Teenager died from cardiac arrest after 17 minute wait for ambulance, family say
Jamie Rees's parents told ITV News that they felt he had been "robbed of his life"
The family of a teenager who died after a cardiac arrest have said his life could have been saved - if only a defibrillator stationed three-and-a-half minutes away had not been inside a locked building.
Jamie Rees died from a cardiac arrest in Rugby after waiting just over 17 minutes for an ambulance.
A station nearby had recently been closed, but the West Midlands Ambulance Service have said they did not believe this was responsible, highlighting a spike in emergency calls at the time.
Speaking to ITV News Central, Jamie's father said "he didn't have to go."
His mother, Naomi, agreed. "It's like his life was stolen," she said.
She adds: "I don't think people realise how narrow the time scale is that you've got once your heart stops, the oxygen starvation to the brain - it gives you less than nine minutes."
She said: "When I spoke to West Midlands ambulance trust it was the lady on the phone that actually said to me 'well we're actually told eight minutes. And I said to her, 'yet you didn't get to him for seventeen and a half'.
"It's almost like they knew before they got to him that there wasn't much chance of saving him."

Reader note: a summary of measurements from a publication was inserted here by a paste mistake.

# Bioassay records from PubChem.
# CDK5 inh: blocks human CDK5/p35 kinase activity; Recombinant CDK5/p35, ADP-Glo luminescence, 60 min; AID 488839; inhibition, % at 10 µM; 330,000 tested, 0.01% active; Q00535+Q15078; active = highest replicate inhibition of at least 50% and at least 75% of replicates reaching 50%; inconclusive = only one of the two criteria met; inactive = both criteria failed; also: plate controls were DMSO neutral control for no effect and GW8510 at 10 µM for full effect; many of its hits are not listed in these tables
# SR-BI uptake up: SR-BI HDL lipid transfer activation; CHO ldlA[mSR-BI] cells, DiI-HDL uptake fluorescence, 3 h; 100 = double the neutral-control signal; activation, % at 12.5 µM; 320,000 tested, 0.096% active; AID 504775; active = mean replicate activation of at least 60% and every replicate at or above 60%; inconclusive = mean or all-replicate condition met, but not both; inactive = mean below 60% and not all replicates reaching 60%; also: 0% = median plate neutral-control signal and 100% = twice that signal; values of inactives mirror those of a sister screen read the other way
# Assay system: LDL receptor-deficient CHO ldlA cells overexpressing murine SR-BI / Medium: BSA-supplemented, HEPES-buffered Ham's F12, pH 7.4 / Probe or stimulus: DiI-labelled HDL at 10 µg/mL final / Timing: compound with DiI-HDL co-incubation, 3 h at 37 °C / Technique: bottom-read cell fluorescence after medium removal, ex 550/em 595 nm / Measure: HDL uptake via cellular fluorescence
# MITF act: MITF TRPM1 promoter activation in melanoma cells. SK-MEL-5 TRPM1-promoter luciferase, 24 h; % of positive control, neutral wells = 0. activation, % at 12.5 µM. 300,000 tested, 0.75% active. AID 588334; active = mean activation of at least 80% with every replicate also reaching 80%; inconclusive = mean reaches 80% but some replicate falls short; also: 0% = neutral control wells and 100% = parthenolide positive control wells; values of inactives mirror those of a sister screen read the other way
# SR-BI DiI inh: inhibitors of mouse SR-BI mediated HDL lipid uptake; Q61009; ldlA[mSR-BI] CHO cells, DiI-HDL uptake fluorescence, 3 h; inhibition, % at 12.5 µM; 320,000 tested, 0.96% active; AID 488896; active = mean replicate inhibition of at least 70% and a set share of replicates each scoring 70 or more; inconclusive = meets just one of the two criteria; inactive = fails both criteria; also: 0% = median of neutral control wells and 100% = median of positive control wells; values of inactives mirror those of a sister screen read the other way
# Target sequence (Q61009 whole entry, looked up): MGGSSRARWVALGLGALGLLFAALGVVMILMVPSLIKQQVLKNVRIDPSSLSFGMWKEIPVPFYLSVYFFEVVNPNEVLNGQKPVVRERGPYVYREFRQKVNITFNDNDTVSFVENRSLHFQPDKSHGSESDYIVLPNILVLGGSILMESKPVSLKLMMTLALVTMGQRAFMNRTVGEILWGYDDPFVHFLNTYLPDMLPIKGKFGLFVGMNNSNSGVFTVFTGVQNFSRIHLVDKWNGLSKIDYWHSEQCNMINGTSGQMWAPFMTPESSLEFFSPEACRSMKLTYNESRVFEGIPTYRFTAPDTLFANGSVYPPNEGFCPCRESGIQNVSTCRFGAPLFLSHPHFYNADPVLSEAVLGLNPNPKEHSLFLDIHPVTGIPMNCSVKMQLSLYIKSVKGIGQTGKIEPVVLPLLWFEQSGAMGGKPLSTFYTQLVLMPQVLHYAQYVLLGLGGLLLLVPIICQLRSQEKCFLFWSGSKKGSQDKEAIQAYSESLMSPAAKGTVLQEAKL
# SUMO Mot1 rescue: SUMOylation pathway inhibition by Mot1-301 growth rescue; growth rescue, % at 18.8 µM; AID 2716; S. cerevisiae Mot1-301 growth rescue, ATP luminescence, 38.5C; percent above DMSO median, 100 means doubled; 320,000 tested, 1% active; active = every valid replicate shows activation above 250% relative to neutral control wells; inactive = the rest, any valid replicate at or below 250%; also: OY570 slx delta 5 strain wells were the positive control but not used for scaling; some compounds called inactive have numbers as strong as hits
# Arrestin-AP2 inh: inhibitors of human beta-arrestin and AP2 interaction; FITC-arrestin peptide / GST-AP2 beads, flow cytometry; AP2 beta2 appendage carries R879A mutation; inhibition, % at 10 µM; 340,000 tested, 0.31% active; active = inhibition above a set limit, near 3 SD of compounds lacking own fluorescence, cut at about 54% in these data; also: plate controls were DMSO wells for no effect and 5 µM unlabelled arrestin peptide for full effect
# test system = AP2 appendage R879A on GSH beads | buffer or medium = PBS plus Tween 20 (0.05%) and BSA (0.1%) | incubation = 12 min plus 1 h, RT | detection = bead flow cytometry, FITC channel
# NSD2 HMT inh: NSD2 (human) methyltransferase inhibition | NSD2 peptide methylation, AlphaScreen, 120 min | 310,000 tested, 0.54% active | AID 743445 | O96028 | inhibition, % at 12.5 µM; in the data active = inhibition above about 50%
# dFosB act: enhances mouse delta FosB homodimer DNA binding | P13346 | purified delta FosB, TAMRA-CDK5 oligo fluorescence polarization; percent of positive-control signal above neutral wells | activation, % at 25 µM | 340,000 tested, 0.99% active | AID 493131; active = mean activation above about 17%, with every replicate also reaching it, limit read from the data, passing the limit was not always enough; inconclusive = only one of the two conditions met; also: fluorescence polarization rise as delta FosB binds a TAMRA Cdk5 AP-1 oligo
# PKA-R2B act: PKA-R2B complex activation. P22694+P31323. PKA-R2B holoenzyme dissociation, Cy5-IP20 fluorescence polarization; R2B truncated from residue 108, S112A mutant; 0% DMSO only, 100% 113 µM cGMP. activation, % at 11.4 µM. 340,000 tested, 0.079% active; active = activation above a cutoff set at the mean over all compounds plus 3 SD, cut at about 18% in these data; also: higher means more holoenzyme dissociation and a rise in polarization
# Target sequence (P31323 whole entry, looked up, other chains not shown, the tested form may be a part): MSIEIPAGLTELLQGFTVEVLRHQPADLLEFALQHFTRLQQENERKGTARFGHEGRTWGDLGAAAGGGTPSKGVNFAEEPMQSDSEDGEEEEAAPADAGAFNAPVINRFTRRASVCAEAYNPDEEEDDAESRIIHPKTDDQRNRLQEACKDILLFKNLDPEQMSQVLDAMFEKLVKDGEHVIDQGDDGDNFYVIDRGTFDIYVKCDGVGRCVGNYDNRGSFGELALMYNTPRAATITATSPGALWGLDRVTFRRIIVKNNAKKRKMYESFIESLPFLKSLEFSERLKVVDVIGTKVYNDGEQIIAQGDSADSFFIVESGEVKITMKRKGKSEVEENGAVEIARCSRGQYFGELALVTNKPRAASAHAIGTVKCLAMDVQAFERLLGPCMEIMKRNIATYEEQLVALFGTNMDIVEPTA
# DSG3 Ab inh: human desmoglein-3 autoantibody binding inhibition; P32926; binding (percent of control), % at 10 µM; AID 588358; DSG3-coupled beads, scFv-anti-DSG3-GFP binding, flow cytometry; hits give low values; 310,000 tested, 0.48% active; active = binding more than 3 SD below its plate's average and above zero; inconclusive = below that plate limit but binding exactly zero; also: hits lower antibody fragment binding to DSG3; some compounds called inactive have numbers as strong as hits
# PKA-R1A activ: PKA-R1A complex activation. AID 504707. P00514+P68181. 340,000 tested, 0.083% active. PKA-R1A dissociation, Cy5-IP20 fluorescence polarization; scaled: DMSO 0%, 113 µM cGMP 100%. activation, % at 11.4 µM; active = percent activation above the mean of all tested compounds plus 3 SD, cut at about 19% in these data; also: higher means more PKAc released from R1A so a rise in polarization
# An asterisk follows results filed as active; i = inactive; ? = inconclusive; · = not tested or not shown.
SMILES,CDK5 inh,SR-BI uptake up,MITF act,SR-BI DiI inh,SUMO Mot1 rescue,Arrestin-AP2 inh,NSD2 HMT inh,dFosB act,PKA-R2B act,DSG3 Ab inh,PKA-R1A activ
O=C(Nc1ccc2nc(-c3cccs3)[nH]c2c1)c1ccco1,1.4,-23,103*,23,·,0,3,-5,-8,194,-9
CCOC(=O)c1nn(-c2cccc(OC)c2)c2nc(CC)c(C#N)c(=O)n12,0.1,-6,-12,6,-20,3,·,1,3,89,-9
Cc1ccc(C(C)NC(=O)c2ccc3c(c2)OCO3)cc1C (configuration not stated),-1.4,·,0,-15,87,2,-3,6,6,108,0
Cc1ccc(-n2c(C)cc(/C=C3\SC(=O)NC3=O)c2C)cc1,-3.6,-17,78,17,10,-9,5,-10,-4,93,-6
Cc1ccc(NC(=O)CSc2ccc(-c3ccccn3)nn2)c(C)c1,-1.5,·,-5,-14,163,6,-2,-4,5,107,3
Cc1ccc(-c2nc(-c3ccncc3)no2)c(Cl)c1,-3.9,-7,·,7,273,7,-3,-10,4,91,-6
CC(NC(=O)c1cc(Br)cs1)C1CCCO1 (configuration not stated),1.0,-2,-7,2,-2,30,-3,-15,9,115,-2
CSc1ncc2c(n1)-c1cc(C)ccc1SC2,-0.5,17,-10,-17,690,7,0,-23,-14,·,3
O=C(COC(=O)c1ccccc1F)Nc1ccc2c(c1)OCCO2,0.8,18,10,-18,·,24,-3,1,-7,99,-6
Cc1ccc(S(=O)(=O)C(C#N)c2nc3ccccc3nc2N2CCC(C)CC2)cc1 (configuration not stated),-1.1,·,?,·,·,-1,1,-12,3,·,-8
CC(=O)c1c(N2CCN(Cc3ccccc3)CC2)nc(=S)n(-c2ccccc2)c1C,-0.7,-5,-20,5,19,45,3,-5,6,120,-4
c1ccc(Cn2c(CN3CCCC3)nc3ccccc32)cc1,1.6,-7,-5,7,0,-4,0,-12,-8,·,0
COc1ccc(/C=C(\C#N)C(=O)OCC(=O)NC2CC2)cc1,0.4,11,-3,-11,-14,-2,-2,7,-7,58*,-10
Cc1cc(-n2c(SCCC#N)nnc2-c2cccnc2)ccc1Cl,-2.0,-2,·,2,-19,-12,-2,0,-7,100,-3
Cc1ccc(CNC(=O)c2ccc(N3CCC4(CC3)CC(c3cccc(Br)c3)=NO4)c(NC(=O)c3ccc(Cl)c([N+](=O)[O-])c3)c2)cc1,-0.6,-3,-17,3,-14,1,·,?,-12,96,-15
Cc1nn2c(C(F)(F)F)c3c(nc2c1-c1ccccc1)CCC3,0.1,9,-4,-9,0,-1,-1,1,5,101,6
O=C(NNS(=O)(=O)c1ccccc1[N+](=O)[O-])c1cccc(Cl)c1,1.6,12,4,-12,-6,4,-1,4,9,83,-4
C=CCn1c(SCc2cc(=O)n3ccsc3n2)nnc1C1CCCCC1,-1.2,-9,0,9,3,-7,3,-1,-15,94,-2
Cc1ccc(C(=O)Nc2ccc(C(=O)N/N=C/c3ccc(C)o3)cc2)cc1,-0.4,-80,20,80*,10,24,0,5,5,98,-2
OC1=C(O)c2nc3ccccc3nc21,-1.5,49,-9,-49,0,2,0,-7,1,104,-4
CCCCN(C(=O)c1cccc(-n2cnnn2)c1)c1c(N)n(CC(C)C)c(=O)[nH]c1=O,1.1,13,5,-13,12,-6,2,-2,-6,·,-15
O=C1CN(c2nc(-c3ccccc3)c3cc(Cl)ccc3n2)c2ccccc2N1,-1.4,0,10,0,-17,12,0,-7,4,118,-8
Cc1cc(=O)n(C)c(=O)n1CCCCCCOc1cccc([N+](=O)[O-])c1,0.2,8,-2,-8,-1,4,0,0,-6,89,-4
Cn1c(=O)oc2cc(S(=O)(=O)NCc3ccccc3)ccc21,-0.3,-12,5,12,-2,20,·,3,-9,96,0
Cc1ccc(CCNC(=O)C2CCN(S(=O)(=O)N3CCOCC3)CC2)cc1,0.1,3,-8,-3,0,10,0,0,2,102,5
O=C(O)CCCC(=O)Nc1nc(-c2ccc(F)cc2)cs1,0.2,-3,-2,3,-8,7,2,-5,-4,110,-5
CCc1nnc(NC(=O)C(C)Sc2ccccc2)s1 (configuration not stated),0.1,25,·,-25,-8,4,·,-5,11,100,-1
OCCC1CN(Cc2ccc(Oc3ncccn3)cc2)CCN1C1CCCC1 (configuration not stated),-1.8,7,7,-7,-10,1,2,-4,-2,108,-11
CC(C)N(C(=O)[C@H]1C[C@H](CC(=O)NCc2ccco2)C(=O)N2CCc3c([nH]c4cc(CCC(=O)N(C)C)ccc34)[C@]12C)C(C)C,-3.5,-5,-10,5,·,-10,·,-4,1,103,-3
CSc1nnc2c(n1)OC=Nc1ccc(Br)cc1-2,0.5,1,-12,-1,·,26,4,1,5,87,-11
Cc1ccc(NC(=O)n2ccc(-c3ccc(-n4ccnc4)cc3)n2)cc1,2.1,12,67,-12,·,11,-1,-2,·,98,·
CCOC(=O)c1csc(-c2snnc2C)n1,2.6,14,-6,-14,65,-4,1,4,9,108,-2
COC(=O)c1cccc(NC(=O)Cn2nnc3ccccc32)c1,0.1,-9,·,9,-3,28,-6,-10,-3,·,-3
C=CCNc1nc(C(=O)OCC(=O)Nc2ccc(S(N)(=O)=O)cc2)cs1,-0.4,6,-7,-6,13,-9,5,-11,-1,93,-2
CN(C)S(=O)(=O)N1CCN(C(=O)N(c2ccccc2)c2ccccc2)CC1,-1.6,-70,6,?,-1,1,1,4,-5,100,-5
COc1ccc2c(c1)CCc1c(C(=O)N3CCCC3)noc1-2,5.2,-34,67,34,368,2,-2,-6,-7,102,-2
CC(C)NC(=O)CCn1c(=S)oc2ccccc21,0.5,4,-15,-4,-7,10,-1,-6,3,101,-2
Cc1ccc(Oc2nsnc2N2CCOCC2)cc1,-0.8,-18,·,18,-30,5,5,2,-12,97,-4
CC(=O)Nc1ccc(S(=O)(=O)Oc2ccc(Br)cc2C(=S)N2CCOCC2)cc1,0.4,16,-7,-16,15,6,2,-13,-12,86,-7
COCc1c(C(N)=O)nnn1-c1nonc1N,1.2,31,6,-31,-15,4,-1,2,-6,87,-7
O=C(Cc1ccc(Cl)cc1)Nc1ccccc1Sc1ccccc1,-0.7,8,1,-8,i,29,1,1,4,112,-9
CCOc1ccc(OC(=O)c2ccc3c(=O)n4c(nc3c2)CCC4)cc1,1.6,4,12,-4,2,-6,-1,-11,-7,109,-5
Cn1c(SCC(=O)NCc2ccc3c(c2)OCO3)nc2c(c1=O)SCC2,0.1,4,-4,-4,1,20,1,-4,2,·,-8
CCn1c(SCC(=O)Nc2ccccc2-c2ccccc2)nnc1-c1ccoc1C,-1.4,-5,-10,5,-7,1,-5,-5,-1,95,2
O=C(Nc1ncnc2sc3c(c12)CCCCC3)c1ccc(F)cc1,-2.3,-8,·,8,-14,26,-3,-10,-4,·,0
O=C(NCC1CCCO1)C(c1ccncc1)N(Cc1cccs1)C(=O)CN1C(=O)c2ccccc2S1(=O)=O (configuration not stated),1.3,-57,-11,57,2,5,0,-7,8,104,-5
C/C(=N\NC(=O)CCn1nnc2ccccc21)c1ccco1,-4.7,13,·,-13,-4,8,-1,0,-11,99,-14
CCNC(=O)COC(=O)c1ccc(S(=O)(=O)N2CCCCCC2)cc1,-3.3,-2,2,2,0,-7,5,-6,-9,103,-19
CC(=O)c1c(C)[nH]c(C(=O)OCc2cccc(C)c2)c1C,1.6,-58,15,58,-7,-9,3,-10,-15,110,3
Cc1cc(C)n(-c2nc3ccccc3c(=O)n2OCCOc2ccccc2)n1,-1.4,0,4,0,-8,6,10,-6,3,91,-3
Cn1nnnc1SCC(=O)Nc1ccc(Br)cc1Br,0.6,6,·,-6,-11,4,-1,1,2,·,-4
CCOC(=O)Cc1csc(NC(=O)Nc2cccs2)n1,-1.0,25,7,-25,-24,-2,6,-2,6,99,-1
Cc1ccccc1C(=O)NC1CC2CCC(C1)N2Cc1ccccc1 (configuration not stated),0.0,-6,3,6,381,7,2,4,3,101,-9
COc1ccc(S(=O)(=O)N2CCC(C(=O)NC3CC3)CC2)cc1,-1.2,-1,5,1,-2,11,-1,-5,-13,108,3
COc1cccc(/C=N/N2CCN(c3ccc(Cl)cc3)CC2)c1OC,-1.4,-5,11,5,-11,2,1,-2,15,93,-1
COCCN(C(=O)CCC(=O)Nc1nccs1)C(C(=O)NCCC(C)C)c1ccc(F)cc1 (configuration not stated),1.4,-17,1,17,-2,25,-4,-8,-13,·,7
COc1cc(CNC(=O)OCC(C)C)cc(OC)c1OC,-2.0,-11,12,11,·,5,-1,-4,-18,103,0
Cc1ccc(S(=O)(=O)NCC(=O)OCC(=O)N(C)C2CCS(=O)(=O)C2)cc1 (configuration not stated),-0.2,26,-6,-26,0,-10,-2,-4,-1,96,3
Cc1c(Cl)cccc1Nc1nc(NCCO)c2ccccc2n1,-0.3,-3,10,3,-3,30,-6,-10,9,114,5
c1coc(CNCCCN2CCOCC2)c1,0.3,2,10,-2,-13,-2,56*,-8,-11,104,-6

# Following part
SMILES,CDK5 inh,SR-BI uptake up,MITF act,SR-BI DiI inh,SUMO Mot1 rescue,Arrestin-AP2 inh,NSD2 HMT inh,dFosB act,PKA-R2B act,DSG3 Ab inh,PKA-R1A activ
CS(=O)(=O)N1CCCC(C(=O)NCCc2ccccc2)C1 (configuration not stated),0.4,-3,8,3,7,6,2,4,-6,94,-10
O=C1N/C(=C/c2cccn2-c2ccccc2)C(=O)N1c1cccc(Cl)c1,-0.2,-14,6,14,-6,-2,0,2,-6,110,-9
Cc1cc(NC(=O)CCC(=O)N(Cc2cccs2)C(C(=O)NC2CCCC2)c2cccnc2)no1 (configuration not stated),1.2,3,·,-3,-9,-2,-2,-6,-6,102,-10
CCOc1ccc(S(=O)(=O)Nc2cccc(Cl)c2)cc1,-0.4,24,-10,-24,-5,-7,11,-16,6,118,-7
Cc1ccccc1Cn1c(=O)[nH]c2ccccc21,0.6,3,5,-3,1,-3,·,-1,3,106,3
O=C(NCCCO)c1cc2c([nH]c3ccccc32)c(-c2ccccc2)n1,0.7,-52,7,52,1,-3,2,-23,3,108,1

She concluded: "His chances were so slim. We just feel like he's been robbed of his life."
Jamie had suffered an unexplained cardiac arrest whilst out with friends on New Years Day, and he died in hospital four days later.
A report issued by the ambulance service shows that he could have survived, had an ambulance got to him sooner.
On the day Jamie died he donated organs to five people, including a a baby girl who was saved on the night he died, after she received a liver transplant from Jamie.
Jamie's family have been fundraising since his death, to raise money for defibrillators to be put up in the area.
Jamie's mother described him as 'always funny, always happy'
"He's just everywhere," said Jamie's mother, Naomi. "Everybody loved him".
"Everybody just thought the absolute world of him, and there was something one of his school friends said to us - a couple of weeks ago - that they had never ever heard a negative word about Jamie."
"He was always funny, always happy, and everybody just loved him."
She adds: "He always aspired to be like me, they're 100's of pictures where he's looking up at me - and now it's the other way around.
"Now I feel like 50% of me is missing constantly."
In a statement, West Midlands Ambulance Service said: "We would like to offer our sincere condolences to the family of Jamie Rees and apologise for the delay in responding on New Year’s Day.
"New Year's Day was the busiest the trust has ever experienced, nearly a quarter busier than the previous busiest New Year’s Day."
But mother Naomi has pointed out that in the circumstances Jamie would have been classed as a category one patient - someone experiencing a life-threatening injury or illness.
In that case, an ambulance should have attended within eight minutes. If it had done, it is possible he would still be alive today, she said.